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Semi-private golf club is not liable for negligent maintenance of golf-course - Jury finds that plaintiff golfer had a duty to exercise due care while driving a golf cart.

Atlantic County

In this action, the male plaintiff contended that the defendant maintained its golf course in a negligent manner. The plaintiff, maintained that he rode his golf cart off the cart path into what should have been a cordoned off area, but that a section of rope, which ran through wooden stakes in the ground, was laying on the ground. The plaintiff maintained that as he drove over the rope, the golf cart wheels caused one of the wooden stakes to fly up and hit him in the head. The plaintiff claimed that he suffered a subdural hematoma and was knocked unconscious.

The accident occurred late in the afternoon as the plaintiff and a friend were playing a round of golf at Mays Landing Country Club. The plaintiff contended that he drove the golf cart towards his ball on the green directly through a cordoned off area since the section of rope used to cordon off the area was laying on the ground and thus, was not visible. The plaintiff’s friend who he was playing with testified that he did not see what occurred because he was looking in a different direction, but concurred that the rope was lying on the ground.

Although a medical report prepared by the plaintiff’s treating p 7 3 physician prior to trial confirmed the plaintiff’s position that he suffered a hematoma, which was also confirmed by CT scan and x-ray, no medical expert testimony was offered at trial. In addition, the plaintiff’s allegations of residual headaches and memory loss were not supported by expert testimony at the time of trial. On the first day of trial, plaintiff’s counsel stated that the reason that no expert testimony was being offered was that the plaintiff could not afford to pay for the expert.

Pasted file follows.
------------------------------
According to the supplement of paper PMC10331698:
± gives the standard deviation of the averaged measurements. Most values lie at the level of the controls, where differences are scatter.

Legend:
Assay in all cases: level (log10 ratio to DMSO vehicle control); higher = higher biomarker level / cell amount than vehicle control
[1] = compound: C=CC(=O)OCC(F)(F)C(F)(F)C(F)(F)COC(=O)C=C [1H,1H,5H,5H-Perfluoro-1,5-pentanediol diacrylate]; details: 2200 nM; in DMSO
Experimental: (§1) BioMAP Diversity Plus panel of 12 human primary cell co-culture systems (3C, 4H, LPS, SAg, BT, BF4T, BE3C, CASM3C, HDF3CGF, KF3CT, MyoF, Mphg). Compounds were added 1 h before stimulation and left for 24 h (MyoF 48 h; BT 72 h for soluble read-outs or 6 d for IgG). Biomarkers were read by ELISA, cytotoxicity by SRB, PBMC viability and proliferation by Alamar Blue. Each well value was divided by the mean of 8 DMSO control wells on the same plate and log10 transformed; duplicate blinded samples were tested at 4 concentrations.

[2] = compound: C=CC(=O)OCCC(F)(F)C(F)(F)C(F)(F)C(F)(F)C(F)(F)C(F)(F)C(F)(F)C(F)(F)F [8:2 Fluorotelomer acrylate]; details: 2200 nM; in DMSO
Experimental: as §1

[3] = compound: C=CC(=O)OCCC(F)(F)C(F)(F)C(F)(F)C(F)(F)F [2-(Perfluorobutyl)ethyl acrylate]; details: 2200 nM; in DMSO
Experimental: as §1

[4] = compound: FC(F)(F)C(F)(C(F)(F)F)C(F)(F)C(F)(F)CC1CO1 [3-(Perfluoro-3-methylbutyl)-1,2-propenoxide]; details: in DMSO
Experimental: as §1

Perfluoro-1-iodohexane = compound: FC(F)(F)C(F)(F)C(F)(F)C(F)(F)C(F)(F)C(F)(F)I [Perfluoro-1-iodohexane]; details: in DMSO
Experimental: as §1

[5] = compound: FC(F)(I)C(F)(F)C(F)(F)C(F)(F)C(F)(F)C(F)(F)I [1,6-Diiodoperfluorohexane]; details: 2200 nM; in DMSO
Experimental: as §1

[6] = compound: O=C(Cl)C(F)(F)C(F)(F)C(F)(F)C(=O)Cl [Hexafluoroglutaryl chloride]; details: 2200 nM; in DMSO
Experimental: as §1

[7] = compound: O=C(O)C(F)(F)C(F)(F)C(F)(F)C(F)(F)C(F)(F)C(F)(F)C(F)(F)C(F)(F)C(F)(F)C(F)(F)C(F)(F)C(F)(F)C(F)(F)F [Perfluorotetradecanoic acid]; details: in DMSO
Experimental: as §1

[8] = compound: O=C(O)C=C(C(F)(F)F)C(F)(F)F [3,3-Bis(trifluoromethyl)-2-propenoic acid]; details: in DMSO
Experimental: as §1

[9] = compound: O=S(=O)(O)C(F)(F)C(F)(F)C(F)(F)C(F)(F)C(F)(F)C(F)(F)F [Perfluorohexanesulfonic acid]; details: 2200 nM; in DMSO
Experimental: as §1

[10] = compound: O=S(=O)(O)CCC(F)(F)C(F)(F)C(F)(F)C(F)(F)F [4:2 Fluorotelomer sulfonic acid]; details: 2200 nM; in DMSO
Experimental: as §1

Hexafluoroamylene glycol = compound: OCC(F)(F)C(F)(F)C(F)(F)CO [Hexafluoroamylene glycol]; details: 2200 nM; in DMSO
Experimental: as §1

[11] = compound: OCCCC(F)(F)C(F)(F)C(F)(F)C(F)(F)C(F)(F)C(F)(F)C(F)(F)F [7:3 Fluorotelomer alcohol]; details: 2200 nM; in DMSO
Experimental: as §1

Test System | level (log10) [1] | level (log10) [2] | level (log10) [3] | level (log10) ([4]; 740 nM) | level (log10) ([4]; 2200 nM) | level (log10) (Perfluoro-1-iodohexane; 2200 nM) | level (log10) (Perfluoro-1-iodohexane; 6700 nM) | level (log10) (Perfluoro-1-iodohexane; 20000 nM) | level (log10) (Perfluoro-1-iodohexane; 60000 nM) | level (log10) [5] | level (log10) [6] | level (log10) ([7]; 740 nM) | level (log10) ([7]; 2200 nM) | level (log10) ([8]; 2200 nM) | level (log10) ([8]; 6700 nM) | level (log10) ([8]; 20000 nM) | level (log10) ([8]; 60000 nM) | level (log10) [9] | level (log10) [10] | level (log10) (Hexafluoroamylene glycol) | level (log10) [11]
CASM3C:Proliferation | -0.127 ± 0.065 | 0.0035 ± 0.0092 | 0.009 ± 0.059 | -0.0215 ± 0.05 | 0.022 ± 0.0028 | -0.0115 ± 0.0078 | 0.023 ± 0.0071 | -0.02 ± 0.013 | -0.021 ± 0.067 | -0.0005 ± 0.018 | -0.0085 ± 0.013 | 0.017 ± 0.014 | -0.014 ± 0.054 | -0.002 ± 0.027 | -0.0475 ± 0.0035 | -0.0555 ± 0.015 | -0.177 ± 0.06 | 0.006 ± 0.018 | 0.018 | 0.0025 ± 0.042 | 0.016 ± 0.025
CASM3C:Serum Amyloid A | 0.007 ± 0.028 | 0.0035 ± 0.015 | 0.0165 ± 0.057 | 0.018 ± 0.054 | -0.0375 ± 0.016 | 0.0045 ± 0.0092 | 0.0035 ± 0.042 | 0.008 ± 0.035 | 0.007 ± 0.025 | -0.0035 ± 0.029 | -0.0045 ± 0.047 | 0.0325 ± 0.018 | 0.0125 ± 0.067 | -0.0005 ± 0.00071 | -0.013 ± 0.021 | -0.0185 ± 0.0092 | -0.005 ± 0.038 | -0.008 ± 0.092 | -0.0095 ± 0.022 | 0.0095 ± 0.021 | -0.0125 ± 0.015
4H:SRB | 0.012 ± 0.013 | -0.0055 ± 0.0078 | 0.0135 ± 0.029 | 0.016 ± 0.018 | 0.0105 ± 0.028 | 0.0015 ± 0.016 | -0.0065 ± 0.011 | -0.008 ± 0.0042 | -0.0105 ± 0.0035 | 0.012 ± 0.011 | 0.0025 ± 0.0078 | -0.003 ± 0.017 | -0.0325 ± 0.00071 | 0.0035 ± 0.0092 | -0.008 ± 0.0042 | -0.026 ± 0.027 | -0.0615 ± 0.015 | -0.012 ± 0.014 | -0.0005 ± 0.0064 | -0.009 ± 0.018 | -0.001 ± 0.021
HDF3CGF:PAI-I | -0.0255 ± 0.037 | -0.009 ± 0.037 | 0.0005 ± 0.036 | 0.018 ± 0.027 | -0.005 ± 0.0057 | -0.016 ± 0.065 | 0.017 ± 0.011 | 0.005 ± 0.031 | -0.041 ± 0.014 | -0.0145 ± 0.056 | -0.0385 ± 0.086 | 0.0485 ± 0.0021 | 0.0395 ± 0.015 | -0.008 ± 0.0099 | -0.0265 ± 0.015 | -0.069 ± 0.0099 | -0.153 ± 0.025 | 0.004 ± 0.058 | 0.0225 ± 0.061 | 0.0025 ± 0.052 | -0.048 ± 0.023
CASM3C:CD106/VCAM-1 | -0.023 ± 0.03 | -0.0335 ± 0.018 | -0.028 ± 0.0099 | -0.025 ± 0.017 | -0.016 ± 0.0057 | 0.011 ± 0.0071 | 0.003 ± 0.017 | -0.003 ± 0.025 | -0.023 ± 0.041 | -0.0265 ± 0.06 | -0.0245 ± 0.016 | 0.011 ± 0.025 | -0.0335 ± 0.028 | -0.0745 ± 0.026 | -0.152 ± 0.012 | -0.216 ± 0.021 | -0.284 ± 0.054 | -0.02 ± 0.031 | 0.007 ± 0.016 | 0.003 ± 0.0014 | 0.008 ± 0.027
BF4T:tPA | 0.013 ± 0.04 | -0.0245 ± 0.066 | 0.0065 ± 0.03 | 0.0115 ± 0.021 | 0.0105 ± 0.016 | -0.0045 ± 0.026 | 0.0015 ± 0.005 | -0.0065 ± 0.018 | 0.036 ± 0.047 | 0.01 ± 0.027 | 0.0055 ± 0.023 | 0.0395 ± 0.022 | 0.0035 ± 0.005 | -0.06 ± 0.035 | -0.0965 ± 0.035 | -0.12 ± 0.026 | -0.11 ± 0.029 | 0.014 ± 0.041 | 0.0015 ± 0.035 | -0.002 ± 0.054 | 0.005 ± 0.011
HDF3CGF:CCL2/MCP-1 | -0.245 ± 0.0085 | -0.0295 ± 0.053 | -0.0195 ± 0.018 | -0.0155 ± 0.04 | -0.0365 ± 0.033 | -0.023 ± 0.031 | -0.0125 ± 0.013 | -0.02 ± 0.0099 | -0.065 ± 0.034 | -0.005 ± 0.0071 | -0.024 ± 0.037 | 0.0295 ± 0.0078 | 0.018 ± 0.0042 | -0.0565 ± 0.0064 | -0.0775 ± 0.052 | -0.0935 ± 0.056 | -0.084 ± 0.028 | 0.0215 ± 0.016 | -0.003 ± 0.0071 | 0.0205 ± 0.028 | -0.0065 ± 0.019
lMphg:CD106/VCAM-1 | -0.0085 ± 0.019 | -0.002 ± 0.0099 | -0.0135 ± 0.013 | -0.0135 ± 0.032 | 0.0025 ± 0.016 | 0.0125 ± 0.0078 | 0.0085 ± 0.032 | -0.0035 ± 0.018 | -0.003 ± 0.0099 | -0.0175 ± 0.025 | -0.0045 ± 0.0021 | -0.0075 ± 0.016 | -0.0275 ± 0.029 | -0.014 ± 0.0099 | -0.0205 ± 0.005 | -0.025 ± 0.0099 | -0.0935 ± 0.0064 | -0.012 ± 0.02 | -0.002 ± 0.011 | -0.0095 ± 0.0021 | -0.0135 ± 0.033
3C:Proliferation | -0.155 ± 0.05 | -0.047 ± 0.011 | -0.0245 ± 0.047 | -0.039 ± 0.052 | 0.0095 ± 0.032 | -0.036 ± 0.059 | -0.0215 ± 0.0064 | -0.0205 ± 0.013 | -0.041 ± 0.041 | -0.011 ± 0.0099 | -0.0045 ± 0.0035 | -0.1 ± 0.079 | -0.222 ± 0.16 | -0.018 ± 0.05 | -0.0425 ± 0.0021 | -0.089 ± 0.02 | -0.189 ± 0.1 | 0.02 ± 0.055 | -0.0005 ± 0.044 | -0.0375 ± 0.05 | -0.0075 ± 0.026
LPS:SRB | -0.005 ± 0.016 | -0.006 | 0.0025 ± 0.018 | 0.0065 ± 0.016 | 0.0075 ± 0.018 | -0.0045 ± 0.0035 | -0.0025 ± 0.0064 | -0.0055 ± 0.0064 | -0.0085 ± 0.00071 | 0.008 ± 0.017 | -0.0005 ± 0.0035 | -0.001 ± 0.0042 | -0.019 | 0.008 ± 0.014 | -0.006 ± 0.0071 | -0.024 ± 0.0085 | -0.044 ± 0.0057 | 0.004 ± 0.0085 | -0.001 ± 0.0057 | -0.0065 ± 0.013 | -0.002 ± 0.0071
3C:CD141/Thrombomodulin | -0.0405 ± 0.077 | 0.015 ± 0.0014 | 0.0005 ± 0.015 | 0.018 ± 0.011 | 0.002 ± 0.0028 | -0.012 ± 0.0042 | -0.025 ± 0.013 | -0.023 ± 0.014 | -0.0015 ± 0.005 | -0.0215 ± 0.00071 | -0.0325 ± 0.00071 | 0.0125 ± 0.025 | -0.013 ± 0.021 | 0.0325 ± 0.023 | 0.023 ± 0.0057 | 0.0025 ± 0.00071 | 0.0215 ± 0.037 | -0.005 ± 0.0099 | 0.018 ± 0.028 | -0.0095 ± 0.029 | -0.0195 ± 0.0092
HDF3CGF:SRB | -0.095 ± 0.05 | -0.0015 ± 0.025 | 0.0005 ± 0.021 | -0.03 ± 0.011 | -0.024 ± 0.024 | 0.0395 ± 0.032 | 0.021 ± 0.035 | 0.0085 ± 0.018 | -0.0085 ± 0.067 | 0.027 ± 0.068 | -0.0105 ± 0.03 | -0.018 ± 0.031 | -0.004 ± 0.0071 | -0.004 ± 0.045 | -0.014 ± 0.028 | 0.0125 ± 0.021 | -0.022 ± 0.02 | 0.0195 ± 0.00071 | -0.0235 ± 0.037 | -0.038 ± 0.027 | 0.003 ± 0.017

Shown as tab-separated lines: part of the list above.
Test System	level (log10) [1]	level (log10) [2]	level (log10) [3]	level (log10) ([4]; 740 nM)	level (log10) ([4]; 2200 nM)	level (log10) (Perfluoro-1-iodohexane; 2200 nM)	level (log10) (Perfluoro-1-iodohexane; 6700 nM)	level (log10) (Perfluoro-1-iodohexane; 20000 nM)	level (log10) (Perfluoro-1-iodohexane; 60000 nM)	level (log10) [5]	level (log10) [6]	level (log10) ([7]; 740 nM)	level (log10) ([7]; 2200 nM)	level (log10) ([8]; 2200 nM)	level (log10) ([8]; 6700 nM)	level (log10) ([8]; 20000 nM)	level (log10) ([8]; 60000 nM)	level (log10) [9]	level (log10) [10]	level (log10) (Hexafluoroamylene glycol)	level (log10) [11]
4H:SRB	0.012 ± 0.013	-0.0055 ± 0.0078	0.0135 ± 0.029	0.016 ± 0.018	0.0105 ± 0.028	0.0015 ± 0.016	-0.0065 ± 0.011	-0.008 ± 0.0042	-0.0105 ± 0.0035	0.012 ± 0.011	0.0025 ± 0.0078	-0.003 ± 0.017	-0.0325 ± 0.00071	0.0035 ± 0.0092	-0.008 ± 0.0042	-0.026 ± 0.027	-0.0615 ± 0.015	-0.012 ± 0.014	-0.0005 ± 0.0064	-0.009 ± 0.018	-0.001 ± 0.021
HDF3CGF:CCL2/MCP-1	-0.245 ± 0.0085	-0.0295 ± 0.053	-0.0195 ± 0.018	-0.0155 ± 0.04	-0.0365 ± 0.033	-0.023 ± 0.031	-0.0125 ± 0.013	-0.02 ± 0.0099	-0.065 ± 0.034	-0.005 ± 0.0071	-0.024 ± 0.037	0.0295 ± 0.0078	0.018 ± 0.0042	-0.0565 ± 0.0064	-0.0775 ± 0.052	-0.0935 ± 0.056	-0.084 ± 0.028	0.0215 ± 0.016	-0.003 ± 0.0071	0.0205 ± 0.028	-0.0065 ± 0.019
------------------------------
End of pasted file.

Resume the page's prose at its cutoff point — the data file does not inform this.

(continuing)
The defendant denied negligence. The country club maintained that the area through which the plaintiff drove was, in fact, cordoned off, and speculated that the plaintiff drove through the section of rope which it was still hanging from the wooden stakes. The defendant contended that it was the force of the impact of the cart against the rope which caused the wooden stake to snap in half and fly back and strike the plaintiff in the head.

The defendant made a motion to dismiss based upon the plaintiff’s failure to produce a liability expert. The defense also made a motion to dismiss the issues of pain and suffering, also based on the absence of expert testimony. The court denied both motions.

However, regarding the plaintiff’s injury, the judge allowed testimony regarding pain and suffering only and prohibited testimony about the actual injury sustained. Despite the court’s ruling, and over defense counsel’s objection, the plaintiff did testify about the injury he sustained.

The defendant presented testimony from the golf course maintenance superintendent who testified that numerous inspections of the golf course were conducted throughout the course of the day that the plaintiff played golf with his friend.

The superintendent also testified that the last inspection occurred around 2 and 3:00 p.m. and that no damaged rope or wooden stakes were observed. In addition, the defense produced photographs taken by the superintendent on the morning following the accident. The photographs showed only one set of tire tracks impressed in the grass where the accident occurred, which defused the argument that the plaintiff attempted to make that some other golfer had come into the area and broke through the rope before he came along. The defense did not offer any expert testimony.

The jury took just 20 minutes to deliberate and return a verdict of no cause for action.

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